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Lots of timer tasks, slow lock acquisition times

Question asked by kirkb75 on Jun 23, 2014
Latest reply on Jul 22, 2014 by jbarrez
Id like to know if this approach is feasible and I'll try to keep this first post simple.

Requirements call for recurring processes which wait and trigger at configurable intervals (weekly, monthly, yearly, etc). 10M+ active processes exist, with 50-100k becoming candidates any given day, each having the same ISO timestamp (current timestamps in legacy system are day precision).

I had some questions about load so I wrote a couple simple tests which yielded these results, which surprised me. This was done using a quad-core i7 with 16GB ram and MySQL 5.6, using simple process with a timer task that calculates the next date and loops and then waits and so on. The quality on this bites but it was the first hosting site I found :)

Candidates  Total Records   Lock Acquisition Time
50k               100k                     ~330ms
50k              1M                           ~4s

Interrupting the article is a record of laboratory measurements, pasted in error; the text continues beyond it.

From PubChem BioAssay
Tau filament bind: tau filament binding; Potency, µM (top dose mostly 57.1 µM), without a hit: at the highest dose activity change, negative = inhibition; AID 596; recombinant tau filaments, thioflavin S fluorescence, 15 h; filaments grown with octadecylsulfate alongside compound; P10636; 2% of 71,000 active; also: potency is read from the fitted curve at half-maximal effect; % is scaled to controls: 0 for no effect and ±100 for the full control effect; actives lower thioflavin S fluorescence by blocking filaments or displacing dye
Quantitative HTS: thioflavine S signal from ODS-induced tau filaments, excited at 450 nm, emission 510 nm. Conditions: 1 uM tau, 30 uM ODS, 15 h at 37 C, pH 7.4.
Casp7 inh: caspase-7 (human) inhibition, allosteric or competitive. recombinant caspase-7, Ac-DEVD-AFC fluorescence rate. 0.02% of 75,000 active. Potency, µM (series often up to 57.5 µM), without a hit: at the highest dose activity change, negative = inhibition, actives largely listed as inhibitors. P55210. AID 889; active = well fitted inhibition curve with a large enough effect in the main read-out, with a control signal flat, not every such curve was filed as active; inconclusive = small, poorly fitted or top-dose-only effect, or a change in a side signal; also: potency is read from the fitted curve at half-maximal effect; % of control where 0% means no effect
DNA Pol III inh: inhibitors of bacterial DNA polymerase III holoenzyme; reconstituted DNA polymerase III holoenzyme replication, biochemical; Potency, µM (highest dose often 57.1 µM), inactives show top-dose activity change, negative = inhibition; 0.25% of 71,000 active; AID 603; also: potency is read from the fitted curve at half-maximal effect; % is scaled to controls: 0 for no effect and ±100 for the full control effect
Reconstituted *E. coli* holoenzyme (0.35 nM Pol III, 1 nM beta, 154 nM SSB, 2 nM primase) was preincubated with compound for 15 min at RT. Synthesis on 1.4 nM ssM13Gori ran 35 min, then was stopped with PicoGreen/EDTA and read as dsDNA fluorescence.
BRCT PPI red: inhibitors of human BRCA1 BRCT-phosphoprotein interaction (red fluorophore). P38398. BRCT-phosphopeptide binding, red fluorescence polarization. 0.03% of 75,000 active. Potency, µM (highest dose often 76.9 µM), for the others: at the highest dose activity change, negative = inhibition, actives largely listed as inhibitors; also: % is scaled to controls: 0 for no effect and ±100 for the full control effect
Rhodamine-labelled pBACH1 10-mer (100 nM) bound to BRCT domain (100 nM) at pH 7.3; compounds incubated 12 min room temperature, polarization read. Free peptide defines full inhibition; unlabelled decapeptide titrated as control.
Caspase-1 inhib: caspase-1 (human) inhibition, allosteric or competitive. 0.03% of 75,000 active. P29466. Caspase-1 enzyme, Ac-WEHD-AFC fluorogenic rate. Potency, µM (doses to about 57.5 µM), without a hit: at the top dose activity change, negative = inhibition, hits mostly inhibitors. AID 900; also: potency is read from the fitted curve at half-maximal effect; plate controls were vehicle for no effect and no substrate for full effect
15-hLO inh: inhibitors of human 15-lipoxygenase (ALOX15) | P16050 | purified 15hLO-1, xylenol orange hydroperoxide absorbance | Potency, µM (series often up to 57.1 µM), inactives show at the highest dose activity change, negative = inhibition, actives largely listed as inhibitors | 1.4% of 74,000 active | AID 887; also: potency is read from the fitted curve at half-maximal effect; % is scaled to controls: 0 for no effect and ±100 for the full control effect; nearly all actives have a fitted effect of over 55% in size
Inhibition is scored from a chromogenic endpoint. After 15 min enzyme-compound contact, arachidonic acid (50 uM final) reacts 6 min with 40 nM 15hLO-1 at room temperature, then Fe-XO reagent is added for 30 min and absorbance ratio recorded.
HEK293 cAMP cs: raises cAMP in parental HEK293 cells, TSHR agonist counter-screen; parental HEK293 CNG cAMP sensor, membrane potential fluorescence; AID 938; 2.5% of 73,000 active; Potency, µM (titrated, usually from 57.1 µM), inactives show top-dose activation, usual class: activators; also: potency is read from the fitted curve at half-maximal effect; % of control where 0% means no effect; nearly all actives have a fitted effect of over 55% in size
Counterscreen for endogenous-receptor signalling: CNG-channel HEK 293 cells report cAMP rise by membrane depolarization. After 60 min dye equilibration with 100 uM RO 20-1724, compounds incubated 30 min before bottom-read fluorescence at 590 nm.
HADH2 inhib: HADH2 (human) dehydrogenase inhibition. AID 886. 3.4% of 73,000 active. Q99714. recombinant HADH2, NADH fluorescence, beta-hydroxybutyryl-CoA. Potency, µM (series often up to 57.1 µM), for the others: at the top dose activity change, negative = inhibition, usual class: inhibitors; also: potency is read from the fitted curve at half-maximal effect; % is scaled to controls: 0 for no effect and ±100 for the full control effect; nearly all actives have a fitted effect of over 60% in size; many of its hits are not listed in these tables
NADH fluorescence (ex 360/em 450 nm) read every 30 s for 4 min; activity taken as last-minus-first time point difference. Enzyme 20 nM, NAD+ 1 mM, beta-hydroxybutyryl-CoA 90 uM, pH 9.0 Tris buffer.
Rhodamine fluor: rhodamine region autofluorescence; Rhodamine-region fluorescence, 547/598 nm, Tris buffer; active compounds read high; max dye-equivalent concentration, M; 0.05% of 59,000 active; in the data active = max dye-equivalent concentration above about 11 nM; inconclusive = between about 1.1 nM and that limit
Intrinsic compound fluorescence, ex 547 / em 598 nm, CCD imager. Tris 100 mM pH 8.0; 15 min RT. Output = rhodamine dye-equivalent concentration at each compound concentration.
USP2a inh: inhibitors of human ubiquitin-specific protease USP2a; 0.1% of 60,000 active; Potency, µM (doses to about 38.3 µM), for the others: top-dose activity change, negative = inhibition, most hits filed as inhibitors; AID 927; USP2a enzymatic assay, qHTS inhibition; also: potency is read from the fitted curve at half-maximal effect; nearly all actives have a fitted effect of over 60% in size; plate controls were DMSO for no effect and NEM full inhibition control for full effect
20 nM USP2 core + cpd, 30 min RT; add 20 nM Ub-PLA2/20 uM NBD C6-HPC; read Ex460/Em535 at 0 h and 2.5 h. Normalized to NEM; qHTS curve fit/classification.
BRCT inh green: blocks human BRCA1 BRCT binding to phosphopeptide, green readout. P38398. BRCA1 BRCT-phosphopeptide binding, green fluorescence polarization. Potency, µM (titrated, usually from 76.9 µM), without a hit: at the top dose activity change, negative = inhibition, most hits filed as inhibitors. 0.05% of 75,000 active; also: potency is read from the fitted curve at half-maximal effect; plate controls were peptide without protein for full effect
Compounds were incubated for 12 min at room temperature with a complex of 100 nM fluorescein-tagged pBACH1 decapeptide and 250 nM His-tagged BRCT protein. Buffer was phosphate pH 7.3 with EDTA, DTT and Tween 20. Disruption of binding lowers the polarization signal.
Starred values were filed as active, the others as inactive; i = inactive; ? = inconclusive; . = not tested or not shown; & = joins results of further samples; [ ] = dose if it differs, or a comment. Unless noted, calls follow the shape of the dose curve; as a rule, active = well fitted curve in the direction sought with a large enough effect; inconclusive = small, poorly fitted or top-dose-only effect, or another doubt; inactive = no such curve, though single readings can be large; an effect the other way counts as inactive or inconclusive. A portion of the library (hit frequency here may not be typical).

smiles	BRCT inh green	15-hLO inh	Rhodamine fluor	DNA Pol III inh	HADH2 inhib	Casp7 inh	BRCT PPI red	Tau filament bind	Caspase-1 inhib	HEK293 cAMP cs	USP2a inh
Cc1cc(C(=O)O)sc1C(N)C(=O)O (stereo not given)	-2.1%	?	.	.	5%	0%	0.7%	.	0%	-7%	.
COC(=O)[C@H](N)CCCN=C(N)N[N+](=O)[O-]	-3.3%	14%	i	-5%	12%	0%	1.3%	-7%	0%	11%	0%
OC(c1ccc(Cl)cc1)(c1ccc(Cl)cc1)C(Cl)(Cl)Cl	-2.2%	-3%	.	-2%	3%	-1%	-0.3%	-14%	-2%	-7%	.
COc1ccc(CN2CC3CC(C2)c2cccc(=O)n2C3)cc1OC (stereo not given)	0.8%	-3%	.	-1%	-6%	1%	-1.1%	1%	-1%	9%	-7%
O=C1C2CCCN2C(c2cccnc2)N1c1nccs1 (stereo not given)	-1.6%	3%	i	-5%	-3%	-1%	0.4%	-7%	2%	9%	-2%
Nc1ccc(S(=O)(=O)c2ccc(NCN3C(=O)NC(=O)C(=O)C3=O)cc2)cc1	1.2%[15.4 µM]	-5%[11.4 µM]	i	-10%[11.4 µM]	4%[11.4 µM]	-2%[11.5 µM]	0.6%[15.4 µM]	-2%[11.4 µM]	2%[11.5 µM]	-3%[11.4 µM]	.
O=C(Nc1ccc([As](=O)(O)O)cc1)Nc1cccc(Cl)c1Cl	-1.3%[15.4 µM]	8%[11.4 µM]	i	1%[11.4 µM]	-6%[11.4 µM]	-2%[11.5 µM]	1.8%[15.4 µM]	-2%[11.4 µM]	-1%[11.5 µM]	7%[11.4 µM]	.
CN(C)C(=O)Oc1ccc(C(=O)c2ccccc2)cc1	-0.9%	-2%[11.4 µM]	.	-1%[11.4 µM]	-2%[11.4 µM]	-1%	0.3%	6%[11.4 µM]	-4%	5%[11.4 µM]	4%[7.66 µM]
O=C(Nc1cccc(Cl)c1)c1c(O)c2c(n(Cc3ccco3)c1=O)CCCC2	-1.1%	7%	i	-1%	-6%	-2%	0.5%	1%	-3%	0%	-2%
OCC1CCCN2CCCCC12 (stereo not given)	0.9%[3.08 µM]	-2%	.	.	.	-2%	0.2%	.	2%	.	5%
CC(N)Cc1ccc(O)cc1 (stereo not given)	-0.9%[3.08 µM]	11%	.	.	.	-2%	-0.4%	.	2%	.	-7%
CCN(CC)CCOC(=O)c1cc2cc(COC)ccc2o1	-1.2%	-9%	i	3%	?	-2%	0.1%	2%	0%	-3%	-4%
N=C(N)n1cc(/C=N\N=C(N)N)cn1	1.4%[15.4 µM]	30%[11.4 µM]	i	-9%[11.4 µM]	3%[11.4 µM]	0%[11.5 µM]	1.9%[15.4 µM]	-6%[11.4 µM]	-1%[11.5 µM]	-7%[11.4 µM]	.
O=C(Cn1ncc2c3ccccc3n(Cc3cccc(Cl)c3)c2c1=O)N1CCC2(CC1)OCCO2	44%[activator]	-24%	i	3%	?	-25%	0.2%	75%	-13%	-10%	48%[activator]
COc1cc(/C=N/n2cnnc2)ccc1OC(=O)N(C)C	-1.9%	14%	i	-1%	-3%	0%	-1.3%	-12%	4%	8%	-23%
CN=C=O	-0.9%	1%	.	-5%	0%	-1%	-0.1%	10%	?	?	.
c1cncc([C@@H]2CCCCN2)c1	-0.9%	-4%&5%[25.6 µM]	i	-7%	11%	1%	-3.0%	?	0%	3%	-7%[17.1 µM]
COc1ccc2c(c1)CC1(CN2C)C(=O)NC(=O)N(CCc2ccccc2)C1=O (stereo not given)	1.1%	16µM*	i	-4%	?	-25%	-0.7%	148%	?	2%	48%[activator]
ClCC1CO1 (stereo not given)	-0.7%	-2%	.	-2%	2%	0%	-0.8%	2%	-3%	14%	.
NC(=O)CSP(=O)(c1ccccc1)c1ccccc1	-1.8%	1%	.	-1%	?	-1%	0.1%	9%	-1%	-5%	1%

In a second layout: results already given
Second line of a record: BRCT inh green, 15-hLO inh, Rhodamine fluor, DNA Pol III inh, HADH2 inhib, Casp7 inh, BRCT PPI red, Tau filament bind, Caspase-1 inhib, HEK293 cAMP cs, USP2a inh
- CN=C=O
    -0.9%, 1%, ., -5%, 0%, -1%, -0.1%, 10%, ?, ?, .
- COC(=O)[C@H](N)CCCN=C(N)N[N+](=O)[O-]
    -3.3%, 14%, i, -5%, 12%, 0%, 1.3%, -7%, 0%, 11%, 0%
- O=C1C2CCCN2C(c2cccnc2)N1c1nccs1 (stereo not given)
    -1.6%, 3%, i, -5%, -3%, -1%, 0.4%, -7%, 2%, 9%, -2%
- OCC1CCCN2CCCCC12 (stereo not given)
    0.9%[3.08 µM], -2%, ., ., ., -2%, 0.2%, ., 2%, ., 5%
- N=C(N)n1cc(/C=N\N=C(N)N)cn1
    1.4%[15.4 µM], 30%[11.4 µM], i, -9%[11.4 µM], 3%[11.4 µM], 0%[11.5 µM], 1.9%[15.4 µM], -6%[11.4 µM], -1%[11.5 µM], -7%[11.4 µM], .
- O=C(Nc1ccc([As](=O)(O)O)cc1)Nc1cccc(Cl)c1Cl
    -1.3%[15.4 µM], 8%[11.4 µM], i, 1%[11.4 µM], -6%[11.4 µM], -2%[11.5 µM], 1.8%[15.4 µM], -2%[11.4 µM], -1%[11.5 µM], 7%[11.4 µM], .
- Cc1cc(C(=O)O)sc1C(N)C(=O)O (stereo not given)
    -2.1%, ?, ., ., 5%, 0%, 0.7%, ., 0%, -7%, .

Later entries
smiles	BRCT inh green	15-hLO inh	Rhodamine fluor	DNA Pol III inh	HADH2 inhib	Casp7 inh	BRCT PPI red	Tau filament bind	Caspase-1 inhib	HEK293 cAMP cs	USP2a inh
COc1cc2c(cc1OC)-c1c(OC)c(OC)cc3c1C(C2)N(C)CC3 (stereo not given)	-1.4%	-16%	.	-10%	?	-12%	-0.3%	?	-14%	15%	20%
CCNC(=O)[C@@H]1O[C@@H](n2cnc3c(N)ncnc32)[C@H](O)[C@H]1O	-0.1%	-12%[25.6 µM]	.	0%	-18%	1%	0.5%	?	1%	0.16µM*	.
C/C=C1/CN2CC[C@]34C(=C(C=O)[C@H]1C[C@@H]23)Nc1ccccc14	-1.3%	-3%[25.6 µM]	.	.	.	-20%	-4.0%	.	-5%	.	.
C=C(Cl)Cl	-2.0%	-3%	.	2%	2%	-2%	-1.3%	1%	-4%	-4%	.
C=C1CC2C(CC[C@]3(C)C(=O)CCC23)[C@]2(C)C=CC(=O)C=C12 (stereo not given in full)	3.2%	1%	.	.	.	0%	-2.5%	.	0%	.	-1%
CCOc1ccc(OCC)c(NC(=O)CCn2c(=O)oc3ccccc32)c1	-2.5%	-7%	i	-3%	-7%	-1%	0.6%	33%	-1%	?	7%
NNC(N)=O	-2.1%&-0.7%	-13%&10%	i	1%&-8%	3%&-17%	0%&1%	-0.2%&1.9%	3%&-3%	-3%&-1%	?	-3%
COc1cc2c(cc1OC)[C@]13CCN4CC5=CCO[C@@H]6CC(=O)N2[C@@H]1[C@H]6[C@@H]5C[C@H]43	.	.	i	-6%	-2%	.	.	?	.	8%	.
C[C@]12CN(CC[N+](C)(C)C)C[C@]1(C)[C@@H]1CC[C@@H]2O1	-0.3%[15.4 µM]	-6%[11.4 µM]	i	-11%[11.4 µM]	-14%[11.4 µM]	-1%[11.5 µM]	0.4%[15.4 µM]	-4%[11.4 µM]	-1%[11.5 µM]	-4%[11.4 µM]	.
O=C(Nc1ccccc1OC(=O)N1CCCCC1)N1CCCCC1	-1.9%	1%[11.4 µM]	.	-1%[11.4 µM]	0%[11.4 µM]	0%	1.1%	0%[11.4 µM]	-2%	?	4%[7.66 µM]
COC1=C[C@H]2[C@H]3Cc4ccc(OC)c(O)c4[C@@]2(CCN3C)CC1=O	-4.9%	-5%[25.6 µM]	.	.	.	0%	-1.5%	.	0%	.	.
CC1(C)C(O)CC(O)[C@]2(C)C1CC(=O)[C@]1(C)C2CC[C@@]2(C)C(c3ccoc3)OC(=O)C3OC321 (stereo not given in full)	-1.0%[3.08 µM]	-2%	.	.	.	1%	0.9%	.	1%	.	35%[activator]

50k              10M                   ~2m

Candidates are process instances that have a trigger time that is less than the current time. Total records include active candidates, plus process instances with trigger times in the future. I wrapped the AcquireJobsCmd execution with a timer to obtain these numbers.

I notice no indexes exist on the ACT_RU_JOB table, by adding some indexes on DUEDATE_ and LOCK_EXP_TIME_ I was able to speed up the query dramatically, obtaining ~14s for a 10M record table. But, this may have other undesirable side effects and this is still much slower than I would expect to obtain a lock to execute a process…so this was just an experiment.

In theory, should Activiti be able to handle this better? Or is the approach flawed in the first place? Other options exist, but it's very tempting to have one product do all the queuing and locking work for us ;-) especially since it seems to be integral to the process flow.

Thanks in advance for any input!